Lagranja uses analogue photography to create nostalgia for Istanbul-based Monochrome cafe

Lagranja uses analogue photography to create nostalgia for Istanbul-based Monochrome cafe

F&B design, Interior design, Interior design in Istanbul, Istanbul, Lagranja

Monochrome Brasserie Istanbul, Designed by Lagranja, plays with old images and analogue photography to create a warm and nostalgic experience.

Barcelona and Istanbul-based design studio Lagranja, has rehabilitated a space situated in one of the oldest breweries in Istanbul founded a century ago by the Bomonti Brothers from Switzerland. The design team, led by Lagranja’s founders Gabriele Schiavon and Gerard Sanmartí, made a statement using the traditional elements of a photo studio, such as light boxes, diffusers, and umbrellas which are displayed in every single corner of Monochrome Brasserie.

The client for this project was a Turkish hospitality and leisure group named D.ream, which owns around 170 outlets.

“At the time, we had worked with them once in one of our biggest bar and restaurant design projects – The Populist. Both The Populist and Monchrome are located at Bomontiada, an old factory style building that was the first ever brewery in Turkey, founded more than a century ago,” says Gabriele Schiavon, adding that the team knew the client’s style and expectations for its new venue.

As for the brief, the space was connected to the first Leica concept store and gallery in Turkey, so Schiavon and his team decided to play with the idea of analogue photography, creating a certain sense of nostalgia.

“And since we live in a digital image time now, there was a bit of nostalgia. So a lot of the elements of the space are created to emulate photography paraphernalia. The counter and some tables are created as light boxes and filled with old slides. By the way, those are real pictures of Turkish things and people, since our team went all over the flea markets of Istanbul looking for old pictures and slides. Decorative lights fixtures are designed to recall light diffusers,” says Schiavon.

More directly, photography books are displayed all over the place to be enjoyed by the customers while old cabinets showcase old cameras. Finally, the beautiful work of the Turkish photographer Tahsin Aydogmus is shown on the walls of the venue.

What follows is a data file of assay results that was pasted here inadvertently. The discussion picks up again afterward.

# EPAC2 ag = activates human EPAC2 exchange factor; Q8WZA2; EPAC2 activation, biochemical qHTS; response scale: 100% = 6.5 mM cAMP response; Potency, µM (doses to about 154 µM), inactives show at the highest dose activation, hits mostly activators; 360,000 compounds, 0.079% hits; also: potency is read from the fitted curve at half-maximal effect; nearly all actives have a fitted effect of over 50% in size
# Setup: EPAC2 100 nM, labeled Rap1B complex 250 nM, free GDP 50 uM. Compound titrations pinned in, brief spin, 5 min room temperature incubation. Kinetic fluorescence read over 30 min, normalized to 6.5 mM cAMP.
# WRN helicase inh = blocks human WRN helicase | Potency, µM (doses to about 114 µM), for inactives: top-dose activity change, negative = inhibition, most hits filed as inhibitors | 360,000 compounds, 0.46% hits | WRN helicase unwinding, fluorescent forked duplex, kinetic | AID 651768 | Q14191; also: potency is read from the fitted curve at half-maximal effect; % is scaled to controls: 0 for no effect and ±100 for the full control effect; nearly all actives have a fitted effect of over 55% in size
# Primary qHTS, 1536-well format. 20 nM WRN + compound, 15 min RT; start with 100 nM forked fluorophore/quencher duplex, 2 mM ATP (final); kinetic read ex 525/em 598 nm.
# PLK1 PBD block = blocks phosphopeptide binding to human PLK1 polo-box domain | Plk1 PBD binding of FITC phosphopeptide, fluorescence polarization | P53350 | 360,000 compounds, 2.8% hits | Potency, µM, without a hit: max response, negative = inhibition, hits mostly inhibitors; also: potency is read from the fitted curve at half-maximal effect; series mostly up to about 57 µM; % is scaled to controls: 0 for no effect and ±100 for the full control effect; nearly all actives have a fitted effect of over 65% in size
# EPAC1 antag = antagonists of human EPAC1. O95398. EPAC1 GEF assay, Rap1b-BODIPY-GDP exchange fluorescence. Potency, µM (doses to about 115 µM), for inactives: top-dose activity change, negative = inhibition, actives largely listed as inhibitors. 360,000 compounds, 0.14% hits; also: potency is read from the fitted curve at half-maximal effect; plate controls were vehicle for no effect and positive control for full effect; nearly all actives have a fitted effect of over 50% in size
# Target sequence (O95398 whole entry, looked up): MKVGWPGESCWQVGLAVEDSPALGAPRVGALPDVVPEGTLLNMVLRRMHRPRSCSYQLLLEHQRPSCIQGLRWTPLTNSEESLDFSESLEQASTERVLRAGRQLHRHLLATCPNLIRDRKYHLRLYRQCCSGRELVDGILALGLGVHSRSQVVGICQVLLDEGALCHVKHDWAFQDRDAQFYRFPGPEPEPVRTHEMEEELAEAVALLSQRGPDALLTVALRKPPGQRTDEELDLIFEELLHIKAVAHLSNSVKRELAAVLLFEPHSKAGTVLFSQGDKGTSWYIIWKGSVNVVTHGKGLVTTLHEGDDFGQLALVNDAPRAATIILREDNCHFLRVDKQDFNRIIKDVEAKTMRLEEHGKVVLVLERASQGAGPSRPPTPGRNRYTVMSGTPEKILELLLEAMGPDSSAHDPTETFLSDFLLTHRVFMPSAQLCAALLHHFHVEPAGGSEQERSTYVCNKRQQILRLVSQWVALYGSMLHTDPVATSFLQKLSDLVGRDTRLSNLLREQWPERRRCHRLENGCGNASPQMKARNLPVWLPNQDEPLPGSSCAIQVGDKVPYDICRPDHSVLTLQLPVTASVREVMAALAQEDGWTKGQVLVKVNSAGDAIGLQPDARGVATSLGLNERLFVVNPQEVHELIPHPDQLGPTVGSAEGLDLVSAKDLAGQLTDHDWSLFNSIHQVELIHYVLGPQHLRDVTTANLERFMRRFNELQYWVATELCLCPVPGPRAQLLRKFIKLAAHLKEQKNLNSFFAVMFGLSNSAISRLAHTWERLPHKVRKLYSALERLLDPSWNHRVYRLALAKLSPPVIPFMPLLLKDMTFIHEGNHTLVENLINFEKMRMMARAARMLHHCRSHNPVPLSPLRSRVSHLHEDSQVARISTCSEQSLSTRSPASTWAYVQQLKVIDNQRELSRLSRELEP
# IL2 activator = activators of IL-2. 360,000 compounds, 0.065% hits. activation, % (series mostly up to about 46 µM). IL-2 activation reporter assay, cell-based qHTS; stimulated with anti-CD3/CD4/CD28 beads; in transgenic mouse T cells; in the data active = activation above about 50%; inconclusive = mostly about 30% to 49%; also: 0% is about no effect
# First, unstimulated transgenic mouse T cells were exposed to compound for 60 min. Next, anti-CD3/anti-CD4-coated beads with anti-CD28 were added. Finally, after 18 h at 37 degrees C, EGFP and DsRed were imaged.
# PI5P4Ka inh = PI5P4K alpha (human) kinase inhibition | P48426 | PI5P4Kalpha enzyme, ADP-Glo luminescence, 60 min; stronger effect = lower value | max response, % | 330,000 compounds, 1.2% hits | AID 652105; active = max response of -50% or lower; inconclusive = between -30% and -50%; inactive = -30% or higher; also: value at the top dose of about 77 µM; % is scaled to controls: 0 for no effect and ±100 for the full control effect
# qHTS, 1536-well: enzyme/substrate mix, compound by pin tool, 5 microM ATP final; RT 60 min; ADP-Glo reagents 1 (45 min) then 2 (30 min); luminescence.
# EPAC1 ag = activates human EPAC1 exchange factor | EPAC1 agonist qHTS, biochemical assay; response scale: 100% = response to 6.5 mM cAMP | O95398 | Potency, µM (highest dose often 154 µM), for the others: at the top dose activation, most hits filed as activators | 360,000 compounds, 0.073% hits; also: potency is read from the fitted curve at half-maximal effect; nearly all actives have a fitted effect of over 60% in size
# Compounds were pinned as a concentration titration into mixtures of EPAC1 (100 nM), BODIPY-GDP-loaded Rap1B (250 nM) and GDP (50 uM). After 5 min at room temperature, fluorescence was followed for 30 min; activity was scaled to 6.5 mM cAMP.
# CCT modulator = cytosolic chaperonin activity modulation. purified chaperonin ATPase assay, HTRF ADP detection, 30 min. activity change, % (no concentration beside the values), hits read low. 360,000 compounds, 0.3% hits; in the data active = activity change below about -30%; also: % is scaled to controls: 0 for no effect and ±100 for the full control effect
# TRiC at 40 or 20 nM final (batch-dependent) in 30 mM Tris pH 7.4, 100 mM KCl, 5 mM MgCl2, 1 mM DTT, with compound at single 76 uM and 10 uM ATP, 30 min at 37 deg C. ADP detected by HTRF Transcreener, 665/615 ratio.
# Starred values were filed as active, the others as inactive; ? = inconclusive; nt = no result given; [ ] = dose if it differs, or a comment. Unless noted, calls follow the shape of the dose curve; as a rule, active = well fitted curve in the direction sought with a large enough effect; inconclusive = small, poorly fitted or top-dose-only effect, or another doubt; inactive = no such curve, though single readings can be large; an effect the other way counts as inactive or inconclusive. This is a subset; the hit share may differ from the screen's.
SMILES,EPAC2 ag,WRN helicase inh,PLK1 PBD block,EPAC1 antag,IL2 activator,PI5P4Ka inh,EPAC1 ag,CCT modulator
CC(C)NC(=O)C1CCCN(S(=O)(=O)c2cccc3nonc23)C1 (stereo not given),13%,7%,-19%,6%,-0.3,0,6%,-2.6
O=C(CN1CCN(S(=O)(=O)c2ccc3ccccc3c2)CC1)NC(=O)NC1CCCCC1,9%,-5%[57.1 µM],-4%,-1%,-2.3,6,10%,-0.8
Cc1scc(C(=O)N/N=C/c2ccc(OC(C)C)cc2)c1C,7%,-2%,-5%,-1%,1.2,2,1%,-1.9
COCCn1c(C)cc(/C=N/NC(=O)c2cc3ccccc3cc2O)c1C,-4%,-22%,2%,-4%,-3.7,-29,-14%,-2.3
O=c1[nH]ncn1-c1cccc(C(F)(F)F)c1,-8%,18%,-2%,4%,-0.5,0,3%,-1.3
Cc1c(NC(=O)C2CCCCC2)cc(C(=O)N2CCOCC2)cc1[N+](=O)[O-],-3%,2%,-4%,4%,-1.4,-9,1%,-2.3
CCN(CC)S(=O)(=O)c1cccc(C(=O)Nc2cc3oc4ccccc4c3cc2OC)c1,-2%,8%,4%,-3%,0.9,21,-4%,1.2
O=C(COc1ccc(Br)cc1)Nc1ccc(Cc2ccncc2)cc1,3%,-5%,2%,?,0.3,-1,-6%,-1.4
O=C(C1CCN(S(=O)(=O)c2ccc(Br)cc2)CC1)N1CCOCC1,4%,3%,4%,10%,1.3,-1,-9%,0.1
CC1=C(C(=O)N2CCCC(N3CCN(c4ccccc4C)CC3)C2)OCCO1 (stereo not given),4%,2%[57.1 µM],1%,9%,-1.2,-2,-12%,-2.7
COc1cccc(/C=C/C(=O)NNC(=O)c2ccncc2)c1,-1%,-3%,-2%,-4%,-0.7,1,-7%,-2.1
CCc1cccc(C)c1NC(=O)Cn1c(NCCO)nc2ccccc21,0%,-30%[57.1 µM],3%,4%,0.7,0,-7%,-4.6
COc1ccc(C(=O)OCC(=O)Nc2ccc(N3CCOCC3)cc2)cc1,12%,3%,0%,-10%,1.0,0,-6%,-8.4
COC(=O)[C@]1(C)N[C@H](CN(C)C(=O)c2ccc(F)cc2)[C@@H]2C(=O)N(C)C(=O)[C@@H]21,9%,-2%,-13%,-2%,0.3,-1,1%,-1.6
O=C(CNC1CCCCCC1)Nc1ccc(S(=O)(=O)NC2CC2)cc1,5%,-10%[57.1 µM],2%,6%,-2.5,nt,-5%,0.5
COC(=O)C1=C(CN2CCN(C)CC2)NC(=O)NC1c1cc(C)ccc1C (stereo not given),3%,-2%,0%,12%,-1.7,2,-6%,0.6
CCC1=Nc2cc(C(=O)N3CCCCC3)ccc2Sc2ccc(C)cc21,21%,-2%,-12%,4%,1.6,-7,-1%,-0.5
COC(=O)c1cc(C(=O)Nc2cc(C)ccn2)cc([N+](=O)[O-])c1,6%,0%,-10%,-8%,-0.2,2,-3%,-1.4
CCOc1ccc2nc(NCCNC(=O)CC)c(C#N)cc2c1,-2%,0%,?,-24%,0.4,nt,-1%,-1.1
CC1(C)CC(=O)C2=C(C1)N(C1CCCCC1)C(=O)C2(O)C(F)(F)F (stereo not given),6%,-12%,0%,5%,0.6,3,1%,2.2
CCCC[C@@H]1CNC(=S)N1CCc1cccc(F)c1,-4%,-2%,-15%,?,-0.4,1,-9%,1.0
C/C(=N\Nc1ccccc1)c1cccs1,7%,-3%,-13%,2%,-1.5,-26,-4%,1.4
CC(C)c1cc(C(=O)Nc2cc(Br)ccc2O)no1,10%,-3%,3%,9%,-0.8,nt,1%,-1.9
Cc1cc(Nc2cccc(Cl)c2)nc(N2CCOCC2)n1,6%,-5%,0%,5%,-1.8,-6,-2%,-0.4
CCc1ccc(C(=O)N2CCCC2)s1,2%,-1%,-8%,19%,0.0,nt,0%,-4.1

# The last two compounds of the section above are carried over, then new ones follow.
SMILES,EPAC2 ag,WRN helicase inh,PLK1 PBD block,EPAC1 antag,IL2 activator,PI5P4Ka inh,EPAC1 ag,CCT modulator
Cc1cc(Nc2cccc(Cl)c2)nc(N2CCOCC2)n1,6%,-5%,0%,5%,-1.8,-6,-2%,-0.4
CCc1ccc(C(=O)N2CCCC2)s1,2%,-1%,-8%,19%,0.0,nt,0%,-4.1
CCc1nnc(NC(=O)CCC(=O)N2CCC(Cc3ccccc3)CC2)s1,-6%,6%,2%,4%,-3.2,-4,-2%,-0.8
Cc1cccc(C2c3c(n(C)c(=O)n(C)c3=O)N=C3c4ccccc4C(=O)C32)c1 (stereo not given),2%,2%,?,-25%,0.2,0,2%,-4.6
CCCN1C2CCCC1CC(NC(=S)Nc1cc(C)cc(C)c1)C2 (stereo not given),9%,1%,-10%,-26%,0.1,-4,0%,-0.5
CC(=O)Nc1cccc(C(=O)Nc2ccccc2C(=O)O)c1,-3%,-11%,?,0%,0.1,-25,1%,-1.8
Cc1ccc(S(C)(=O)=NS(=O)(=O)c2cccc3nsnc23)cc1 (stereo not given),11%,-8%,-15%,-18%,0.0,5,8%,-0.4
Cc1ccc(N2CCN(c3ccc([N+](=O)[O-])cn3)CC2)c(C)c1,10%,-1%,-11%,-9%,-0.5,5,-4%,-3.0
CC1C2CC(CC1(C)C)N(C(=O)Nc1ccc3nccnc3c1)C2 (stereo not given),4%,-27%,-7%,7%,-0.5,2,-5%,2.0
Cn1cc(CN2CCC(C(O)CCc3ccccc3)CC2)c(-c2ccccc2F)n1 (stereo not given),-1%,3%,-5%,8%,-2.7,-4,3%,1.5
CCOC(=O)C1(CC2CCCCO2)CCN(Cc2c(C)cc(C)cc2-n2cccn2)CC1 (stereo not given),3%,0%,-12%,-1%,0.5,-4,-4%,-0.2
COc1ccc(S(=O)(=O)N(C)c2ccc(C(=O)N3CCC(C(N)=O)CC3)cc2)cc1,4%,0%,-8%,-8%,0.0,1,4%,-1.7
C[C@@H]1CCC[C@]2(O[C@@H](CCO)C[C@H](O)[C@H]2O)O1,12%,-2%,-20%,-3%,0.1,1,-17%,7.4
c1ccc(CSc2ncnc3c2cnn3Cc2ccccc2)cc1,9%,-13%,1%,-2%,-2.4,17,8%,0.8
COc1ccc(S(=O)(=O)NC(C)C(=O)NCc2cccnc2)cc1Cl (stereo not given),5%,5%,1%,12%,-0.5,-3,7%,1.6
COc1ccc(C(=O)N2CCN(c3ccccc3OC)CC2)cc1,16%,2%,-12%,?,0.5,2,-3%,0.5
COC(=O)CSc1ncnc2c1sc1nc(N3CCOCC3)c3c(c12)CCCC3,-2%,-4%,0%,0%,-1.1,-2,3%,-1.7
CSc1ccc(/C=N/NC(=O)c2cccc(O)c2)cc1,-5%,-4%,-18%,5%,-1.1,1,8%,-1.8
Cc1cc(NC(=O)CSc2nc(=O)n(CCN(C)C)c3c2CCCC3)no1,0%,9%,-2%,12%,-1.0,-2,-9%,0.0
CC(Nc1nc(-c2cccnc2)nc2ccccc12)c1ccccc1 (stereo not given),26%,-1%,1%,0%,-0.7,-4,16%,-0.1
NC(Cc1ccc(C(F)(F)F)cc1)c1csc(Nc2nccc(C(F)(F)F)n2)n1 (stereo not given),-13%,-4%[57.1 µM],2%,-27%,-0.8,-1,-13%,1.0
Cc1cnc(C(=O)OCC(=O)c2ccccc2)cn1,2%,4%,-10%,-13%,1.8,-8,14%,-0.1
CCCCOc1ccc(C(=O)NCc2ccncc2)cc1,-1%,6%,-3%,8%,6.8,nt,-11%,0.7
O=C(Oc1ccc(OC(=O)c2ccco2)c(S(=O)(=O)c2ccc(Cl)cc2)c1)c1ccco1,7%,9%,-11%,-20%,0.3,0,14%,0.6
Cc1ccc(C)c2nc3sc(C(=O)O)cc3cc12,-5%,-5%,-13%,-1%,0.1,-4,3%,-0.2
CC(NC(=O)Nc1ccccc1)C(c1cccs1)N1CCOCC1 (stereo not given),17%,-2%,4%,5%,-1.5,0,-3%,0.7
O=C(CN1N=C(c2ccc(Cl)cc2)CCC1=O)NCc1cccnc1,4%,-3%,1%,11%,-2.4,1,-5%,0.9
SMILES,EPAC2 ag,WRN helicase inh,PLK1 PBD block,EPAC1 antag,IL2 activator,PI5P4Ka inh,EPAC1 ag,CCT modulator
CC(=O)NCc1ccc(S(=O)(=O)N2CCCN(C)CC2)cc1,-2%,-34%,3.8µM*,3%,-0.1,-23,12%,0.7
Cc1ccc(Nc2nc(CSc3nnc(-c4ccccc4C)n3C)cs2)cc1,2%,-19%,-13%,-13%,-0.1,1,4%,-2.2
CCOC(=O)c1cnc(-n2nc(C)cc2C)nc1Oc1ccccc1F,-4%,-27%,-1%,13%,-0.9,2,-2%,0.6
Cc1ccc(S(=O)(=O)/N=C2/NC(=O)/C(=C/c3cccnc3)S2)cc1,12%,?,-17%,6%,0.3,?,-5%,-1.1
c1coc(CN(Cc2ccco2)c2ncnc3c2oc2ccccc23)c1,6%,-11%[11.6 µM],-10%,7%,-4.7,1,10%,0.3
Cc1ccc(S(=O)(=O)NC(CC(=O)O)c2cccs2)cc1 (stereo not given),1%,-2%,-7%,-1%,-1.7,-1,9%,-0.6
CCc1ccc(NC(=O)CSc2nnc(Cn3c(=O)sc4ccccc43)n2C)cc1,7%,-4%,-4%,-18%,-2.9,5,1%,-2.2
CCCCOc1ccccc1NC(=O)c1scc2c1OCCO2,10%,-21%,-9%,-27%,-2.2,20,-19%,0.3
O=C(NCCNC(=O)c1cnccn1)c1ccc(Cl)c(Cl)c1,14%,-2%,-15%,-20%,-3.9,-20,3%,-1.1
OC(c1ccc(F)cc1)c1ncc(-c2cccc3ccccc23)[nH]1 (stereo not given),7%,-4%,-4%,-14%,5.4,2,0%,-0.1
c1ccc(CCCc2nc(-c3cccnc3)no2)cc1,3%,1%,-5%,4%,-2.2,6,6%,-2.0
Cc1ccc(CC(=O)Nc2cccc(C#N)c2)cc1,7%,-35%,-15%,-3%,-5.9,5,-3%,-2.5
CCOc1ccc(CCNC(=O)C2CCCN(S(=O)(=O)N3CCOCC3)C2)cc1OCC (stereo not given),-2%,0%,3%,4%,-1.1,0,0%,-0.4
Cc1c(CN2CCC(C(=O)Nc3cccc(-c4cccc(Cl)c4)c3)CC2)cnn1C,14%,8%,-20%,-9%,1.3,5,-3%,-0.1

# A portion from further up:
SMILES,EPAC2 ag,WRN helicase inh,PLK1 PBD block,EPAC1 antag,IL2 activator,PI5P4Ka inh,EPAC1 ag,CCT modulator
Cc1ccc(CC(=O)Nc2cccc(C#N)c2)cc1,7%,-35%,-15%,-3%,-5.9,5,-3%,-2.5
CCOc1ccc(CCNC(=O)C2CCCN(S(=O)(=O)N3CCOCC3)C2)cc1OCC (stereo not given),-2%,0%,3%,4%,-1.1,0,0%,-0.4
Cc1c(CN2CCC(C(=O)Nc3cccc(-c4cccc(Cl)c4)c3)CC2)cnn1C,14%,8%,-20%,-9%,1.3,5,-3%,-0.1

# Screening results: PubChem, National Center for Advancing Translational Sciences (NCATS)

“Aydogmus’ work usually deals with typical scenes from contemporary Turkey, but also traditions and popular culture, which is a great way of connecting the place to (and of course honouring) the local culture,” adds Lagranja’s co-founder Gerard Sanmartí.

The Monochrome colour palette is true to its name; it’s as monochrome as it can be.

“We wanted clients to focus on the pictures, so the colour palette is very soft, and it emanates mostly from the use of the wood, mostly the oak wood lattice,” says Sanmartí.

This low-rise space is graced by furniture specially designed by Lagranja.

A very special area at Monochrome Brasserie is where its high-back sofas are placed, below a louvre where Aydogmus’ images are spread out on a shelf.

“We always create site specific and bespoke pieces for each of our interior designs that we usually create in Barcelona and transport to the site. In this case, since we have an office in Istanbul, we worked with local suppliers that did a great job,” explains Sanmartí.

Once inside, the visitor can feel the resemblance to a photo studio, with different pieces created to work as a lightbox displaying diapositive slides.

The concept is also visible in the bar designed to be a huge lightbox where the visitor can spot a collection of diapositive slides found by the studio members in Istanbul flea markets.

Old camera showcases and photography books complete the setting and give a great atmosphere to this new and trendy space.

The design duo chooses the oak wood lattice used on the walls as their favourite design feature.

They explain: “It’s beautiful because we love natural wood; it’s useful since it also serves as a room divider and space organiser, but mainly because it’s an understated, natural material that highlights the artwork shown at the place.”

The Bomonti area is named after Adolf and Walter Bomonti, founders of the first brewery in Turkey, and has a vibrant and cosmopolitan essence.

About Lagranja

Lagranja’s story goes back to 1998, when its founders, Gabriele Schiavon and Gerard Sanmartí, met at Fabrica, the communication research centre at Treviso in Italy.

“That’s when the partnership, fun and a few heated disagreements, started… and we haven’t stopped working together since,” says Schiavon.

In 2002, they founded Lagranja Design, a multidisciplinary design studio, designing products and interiors.

“The spaces we create always have some storytelling. We want their users to look for the stories behind the objects. We want to surprise, not to overwhelm,” explain the founders.

In 2010 their adventure took them to Hong Kong, and later to Singapore. A year later, they opened an office in Istanbul, partnering with Tunga Taysal.

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